Once you have conducted both a process impact and maturity assessment, you know which processes are most impactful to your business strategy and which of those have the largest improvement opportunities.  These processes can be improved through appropriate projects which we refer to as “value packages”. A value package breaks up your initiative into manageable, in most cases 3-6 months long projects with clear definition of their impact on business processes. A value package can touch one or more business processes. It is defined through a description of process-related activities, anticipated outcomes, business value, as well as timing, resources, and estimated effort required (Kirchmer, 2017). Figure 6 provides a sample value package definition.

Figure 6: Value Package Excerpt from a Recent Digital Transformation Project

Value packages can be segmented into two types: core and enabling.  Core value packages are those which deliver direct improvements of business processes.  Enabler value packages are projects which support the process performance indirectly, such as building necessary process management capabilities or cleaning up data. Integrating the execution of core and enabling value packages allows to achieve business benefits while building the required lasting process management capabilities (Franz, Kirchmer, 2012). These capabilities might, for example, support a digital transformation by developing new or modified process management capabilities focused on process-level specifics while digitalising processes (Kerpedzhiev, e.a. 2020).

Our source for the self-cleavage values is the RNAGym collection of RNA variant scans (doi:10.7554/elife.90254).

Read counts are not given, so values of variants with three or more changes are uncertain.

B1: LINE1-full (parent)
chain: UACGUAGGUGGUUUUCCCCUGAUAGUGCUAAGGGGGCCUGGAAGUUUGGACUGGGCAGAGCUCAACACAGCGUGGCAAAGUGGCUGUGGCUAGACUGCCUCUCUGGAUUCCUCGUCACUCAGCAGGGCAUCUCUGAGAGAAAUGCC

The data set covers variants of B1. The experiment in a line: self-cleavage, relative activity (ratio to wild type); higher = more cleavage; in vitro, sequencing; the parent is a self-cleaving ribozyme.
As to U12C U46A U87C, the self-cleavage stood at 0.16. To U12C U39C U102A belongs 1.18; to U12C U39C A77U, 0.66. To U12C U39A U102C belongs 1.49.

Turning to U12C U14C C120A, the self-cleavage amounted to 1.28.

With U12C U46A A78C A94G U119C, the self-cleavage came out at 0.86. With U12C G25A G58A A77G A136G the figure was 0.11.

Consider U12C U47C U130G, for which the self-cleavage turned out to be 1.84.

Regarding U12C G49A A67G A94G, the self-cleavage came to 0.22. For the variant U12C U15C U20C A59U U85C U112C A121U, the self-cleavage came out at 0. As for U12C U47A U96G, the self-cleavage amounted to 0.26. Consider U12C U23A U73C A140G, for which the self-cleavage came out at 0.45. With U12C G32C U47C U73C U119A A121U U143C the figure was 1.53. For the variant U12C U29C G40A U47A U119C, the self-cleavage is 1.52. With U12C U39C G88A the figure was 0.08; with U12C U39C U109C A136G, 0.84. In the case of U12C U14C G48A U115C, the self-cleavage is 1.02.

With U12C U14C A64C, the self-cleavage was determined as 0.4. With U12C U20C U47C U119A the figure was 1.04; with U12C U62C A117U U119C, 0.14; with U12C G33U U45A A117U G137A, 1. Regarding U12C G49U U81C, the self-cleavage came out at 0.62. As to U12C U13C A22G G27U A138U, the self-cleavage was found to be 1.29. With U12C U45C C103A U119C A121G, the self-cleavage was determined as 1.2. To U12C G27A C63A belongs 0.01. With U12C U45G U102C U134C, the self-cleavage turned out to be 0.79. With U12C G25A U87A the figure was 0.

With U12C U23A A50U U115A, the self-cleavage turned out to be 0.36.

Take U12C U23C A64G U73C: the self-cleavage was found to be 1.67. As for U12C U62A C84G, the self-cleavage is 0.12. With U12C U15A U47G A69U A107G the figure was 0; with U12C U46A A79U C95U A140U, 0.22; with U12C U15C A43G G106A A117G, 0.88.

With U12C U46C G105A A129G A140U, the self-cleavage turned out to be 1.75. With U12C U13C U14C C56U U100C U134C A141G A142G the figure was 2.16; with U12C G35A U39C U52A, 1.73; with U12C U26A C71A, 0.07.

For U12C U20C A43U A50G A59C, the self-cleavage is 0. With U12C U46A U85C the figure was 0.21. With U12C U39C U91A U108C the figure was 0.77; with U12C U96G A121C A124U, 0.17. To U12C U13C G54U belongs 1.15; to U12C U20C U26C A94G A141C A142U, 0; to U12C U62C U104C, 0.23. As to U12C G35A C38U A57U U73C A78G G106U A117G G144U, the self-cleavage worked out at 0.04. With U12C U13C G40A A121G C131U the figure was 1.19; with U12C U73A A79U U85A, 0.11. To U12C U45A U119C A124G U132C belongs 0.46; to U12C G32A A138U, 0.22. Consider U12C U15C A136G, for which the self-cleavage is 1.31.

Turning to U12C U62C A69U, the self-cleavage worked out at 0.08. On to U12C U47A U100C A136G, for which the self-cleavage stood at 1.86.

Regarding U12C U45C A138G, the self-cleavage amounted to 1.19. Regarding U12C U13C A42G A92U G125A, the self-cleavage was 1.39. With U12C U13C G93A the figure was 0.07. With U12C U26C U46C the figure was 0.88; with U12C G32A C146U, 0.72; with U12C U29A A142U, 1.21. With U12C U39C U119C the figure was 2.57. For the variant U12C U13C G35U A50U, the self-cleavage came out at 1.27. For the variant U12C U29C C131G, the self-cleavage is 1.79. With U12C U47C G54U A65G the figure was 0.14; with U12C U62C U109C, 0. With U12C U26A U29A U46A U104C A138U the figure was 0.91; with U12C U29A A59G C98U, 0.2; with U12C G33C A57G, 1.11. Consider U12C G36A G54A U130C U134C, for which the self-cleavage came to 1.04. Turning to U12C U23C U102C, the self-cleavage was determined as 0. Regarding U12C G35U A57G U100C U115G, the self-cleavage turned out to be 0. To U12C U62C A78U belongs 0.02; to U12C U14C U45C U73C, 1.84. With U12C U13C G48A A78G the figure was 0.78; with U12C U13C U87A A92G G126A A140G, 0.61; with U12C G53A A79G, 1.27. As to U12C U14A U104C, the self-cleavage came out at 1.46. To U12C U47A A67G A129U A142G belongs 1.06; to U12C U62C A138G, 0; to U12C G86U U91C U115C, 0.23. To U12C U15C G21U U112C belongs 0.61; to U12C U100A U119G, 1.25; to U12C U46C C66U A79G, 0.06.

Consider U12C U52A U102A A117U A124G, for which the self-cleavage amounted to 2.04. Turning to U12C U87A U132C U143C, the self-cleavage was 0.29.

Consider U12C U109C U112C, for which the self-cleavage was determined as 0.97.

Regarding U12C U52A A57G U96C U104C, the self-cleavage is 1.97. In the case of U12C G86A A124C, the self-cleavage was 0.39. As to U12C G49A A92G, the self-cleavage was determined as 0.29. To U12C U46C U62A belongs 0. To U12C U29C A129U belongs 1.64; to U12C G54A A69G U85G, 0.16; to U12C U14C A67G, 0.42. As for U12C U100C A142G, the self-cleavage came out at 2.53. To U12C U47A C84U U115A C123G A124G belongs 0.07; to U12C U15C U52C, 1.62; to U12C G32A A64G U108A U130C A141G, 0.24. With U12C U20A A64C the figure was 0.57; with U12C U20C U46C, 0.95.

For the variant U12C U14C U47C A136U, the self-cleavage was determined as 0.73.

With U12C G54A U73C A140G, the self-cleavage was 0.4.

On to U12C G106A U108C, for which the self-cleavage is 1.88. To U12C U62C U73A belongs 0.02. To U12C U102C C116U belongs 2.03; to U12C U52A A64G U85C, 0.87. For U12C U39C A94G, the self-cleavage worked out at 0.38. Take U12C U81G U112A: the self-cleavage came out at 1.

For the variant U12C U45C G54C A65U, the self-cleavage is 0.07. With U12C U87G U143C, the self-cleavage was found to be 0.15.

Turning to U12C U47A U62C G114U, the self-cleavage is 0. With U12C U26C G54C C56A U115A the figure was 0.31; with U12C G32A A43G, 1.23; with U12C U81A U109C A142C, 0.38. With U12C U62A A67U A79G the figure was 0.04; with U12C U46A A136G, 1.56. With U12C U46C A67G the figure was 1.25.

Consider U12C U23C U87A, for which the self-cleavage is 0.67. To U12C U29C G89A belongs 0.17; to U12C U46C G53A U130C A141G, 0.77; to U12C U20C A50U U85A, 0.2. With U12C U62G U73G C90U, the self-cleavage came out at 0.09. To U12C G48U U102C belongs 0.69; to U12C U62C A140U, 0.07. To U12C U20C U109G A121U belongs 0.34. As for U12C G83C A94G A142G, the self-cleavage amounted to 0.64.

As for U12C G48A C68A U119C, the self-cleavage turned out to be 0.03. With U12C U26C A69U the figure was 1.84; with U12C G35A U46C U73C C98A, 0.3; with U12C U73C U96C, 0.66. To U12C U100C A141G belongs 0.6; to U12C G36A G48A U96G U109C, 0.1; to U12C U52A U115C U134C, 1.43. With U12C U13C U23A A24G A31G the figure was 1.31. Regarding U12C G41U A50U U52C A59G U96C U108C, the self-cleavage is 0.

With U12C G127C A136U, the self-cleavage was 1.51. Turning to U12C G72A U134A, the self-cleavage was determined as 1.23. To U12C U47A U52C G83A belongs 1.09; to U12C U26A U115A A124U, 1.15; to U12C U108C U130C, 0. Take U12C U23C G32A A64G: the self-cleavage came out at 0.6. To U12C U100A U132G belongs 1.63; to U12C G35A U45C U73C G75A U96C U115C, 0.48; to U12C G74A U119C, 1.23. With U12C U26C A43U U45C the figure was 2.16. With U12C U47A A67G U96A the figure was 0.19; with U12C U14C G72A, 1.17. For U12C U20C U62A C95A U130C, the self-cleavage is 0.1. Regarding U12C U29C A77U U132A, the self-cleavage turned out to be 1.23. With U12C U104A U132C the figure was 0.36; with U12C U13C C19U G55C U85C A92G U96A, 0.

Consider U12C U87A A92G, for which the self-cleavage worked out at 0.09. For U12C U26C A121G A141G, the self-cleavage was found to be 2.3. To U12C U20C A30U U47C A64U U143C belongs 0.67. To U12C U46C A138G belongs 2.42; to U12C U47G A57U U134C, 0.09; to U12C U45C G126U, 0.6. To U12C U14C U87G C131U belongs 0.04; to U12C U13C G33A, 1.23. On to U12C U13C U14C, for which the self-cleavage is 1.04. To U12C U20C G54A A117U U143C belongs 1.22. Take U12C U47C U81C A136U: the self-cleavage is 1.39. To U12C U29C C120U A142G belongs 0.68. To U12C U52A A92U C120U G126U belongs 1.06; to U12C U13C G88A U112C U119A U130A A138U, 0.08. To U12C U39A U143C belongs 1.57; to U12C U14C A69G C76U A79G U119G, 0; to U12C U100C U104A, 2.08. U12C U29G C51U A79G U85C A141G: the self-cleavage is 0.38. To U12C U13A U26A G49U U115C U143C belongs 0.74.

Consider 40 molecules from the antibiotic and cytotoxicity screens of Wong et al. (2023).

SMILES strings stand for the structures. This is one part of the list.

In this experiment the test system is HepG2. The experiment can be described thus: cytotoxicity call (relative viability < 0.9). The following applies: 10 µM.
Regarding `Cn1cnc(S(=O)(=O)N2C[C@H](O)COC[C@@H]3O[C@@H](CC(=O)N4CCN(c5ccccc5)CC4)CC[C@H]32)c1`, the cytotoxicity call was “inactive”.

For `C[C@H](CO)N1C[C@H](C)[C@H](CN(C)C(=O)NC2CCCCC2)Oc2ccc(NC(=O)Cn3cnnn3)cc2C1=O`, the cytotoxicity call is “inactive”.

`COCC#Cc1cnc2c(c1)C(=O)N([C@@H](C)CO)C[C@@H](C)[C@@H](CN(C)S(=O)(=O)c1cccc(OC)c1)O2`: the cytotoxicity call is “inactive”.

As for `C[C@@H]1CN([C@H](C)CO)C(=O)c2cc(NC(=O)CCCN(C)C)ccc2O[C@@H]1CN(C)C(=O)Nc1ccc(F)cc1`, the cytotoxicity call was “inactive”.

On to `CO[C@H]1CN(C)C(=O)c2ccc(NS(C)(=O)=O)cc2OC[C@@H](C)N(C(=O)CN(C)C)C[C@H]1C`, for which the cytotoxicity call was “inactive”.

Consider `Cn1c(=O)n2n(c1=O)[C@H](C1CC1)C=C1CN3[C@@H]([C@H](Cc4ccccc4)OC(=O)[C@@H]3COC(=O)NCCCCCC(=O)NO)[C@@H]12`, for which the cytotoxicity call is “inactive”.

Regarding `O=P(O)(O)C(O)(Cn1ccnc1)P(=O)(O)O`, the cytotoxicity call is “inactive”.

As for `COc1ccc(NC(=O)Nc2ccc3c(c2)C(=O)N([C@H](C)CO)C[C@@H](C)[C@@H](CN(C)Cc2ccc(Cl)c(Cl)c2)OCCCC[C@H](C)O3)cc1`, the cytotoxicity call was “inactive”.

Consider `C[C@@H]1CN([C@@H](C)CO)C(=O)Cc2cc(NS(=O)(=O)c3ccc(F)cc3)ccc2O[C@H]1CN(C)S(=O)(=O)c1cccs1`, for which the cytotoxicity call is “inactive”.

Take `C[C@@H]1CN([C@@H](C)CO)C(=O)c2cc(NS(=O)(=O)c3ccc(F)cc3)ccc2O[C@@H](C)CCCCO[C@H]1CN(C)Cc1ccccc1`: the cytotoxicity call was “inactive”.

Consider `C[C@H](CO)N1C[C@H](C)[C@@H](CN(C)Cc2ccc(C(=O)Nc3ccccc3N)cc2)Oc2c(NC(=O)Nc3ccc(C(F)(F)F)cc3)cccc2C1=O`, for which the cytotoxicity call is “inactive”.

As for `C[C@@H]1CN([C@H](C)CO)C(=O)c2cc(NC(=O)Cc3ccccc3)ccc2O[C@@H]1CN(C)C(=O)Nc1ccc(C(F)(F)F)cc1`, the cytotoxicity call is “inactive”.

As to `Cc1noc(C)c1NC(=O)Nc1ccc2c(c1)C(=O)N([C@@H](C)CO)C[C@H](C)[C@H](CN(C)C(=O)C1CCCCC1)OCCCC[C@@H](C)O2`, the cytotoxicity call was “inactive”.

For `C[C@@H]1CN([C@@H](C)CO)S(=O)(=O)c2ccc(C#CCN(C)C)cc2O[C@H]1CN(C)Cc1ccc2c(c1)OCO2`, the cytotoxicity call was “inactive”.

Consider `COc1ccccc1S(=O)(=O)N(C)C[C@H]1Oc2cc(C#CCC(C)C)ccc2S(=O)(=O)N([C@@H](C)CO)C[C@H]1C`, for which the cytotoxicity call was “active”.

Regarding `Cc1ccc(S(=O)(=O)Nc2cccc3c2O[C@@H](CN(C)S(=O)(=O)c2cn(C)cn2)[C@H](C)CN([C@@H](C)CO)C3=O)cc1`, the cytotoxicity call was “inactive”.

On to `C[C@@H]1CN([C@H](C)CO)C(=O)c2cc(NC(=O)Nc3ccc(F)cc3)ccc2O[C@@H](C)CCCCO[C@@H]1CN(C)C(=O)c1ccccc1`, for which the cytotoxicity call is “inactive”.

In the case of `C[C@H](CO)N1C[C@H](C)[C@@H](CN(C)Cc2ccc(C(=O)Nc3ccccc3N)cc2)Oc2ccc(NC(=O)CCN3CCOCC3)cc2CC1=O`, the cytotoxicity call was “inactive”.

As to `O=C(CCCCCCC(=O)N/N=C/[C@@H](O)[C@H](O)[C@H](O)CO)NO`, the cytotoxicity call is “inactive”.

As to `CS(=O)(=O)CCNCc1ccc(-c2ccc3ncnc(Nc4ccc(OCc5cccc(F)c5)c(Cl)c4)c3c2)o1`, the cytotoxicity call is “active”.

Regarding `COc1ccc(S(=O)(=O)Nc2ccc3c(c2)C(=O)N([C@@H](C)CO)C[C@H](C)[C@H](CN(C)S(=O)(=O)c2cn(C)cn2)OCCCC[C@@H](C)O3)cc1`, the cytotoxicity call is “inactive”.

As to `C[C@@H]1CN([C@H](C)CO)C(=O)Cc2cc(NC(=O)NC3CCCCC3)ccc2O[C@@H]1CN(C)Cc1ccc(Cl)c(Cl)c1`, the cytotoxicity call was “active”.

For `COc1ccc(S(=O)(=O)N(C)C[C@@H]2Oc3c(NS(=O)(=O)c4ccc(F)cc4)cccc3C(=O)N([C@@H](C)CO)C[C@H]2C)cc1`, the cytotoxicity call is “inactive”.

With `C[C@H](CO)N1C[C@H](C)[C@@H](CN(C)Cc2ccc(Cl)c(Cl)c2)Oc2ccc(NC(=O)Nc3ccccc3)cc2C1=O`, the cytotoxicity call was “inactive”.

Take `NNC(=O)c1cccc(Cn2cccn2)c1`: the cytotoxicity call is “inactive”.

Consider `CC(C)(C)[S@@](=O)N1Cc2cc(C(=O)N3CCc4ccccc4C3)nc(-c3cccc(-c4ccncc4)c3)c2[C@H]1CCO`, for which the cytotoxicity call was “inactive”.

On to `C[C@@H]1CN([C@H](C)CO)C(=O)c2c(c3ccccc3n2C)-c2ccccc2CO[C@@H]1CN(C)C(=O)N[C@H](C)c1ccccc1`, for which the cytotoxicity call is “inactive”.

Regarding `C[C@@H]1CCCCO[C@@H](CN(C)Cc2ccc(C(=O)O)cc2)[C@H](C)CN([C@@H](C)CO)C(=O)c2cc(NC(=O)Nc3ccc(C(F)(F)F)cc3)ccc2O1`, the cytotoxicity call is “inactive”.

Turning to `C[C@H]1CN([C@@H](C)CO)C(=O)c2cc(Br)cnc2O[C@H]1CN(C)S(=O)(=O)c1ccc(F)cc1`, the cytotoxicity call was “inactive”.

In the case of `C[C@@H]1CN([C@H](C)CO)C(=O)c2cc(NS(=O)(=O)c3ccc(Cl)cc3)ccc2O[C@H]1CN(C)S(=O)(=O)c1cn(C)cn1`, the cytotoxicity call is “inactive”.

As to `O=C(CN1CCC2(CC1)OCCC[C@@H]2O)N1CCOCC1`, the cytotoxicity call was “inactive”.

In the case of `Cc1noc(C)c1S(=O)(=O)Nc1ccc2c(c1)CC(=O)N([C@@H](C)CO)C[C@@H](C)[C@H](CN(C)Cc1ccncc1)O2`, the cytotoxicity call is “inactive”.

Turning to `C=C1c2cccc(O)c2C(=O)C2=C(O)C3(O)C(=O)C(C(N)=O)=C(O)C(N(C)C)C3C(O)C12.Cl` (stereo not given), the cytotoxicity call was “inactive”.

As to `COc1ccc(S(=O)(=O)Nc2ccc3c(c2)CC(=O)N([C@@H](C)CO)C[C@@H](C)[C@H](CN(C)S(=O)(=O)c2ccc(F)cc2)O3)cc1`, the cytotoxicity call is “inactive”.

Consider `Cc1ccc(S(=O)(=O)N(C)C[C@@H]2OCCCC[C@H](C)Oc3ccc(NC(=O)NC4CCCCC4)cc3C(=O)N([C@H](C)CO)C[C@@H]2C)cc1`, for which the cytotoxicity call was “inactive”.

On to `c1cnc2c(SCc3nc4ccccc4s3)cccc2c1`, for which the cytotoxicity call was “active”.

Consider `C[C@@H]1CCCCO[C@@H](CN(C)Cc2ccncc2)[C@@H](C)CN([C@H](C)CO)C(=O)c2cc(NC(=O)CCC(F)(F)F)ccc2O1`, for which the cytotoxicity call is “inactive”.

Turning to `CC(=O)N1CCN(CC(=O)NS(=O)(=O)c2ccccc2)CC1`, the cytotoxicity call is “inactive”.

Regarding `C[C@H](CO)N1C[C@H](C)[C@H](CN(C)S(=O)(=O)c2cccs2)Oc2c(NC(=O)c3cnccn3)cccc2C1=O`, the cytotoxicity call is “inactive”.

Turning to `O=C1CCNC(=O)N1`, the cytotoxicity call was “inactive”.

Creating value packages enables you to decompose a large digital transformation initiative into several small initiatives.  This allows to effectively manage the strategy execution and prioritise delivery of the package with the greatest value for the business strategy.  This helps to achieve fast value while moving towards your business goals.

Value-packages are in most cases defined based on the process impact assessment, other improvement initiatives or monitoring activities, such as process mining. Existing project are captured at the beginning or the prioritisation activities.

Figure 7 provides an overview over a business’s value packages, indicating how many value packages touch each business processes.  This type of an overview allows to see if the defined projects are aligned with the strategy.  We can leverage this as a basis to identify which projects to stop or review, and in what process area a new initiative may need to be launched. If many projects address low impact process, it could be necessary to revise the scope of some of those initiatives or even stop projects. High impact, low maturity processes with no or very few active projects may require the definition of new initiatives. A focused analysis of the specific projects and the impact of the processes they touch guides such decisions.

Figure 7: Identifying Impact of Value Packages on Process Areas


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